WTSP 10 News5 Die as Motorcycles, SUV Crash in Southern Pa.ABC NewsFive people were killed when two motorcycles collided with an SUV in south-central Pennsylvania near the Maryland line. Washington Township police said two motorcycles tr...

Two Florida convicted killers captured after release on forged orders - Reuters

» Two Florida convicted killers captured after release on forged orders - Reuters
20/10/13 06:06 from Top Stories - Google News
Washington PostTwo Florida convicted killers captured after release on forged ordersReutersBy Bill Cotterell. TALLAHASSEE, Florida | Sun Oct 20, 2013 12:06am EDT. TALLAHASSEE, Florida (Reuters) - Two convicted murderers released from a F...

Two Florida convicted killers captured after release on forged orders

By Bill Cotterell
Escaped convicts Joseph Ivan Jenkins (L) and Charles Walker are shown in this combination of undated booking photos provided by the Florida Department of Corrections October 17, 2013. REUTERS/Florida Dept of Corrections/Handout via Reuters
TALLAHASSEE, Florida | Sun Oct 20, 2013 12:06am EDT
(Reuters) - Two convicted murderers released from a Florida prison based on forged court documents were captured on Saturday, law enforcement officials said.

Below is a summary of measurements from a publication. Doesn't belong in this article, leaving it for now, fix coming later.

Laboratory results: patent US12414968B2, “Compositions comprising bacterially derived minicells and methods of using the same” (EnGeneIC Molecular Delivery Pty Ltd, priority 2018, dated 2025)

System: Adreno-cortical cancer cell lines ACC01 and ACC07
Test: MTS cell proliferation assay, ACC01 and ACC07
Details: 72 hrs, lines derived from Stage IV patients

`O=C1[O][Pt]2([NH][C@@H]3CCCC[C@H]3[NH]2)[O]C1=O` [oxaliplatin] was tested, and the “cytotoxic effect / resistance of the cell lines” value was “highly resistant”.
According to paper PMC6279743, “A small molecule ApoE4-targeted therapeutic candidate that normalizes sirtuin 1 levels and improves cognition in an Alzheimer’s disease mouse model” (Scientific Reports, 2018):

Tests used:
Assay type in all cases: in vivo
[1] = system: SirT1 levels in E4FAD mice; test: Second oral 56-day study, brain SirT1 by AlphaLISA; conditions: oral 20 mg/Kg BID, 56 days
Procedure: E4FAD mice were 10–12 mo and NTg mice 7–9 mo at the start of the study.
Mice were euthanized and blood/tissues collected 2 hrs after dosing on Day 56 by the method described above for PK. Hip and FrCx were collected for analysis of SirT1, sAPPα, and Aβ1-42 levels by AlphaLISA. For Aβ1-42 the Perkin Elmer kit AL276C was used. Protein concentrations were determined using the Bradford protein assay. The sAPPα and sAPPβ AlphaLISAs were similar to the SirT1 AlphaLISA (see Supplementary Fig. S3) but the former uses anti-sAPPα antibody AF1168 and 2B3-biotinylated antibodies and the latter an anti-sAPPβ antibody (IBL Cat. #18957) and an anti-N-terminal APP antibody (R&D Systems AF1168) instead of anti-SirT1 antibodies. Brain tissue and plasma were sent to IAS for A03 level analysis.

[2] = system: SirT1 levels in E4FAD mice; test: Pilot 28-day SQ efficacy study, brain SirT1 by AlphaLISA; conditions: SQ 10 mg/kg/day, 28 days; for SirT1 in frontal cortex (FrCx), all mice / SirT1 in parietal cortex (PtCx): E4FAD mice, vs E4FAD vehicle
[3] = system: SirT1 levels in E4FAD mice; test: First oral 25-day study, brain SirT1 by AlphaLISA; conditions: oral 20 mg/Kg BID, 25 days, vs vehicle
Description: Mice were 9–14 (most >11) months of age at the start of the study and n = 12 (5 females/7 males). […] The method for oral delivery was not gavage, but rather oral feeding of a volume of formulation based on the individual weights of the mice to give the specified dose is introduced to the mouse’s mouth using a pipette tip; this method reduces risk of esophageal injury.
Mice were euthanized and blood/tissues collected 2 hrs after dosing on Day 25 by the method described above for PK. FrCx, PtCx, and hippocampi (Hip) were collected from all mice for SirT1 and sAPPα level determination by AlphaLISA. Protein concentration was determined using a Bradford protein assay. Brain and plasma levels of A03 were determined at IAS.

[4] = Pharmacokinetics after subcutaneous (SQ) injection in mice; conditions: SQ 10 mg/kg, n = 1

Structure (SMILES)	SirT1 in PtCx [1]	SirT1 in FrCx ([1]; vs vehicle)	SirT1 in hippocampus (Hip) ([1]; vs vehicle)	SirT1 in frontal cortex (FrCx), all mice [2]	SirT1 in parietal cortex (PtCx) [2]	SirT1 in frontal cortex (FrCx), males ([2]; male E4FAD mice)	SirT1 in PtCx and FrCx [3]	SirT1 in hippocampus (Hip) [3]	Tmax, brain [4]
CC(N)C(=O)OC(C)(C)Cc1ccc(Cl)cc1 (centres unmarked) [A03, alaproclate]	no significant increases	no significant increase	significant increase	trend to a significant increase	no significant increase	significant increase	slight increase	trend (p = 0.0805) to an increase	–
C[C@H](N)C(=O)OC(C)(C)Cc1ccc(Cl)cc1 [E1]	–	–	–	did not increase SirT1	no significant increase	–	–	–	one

Joseph Jenkins and Charles Walker, both 34, were arrested at the Coconut Grove Motor Inn in Panama City, Florida, at about 6:40 p.m., the Florida Department of Law Enforcement said in a statement.
The pair were arrested without incident, according to the department. A desk clerk at the inn said authorities captured the fugitives quietly.
"During the investigation, information was developed to lead investigators to Bay County. An interview with an associate of an inmate helped pinpoint the men," said Gretl Plessinger, spokeswoman for the Florida Department of Law Enforcement.
Plessinger would not elaborate on the associate's relationship with the men. She said the two were unarmed when they were caught on Saturday.
Authorities mounted a nationwide manhunt for Jenkins and Walker, who were released from the Franklin Correctional Institution in Carrabelle, Florida, on September 27 and October 8, respectively. Their releases were based on forged documents that indicated their life sentences had been reduced.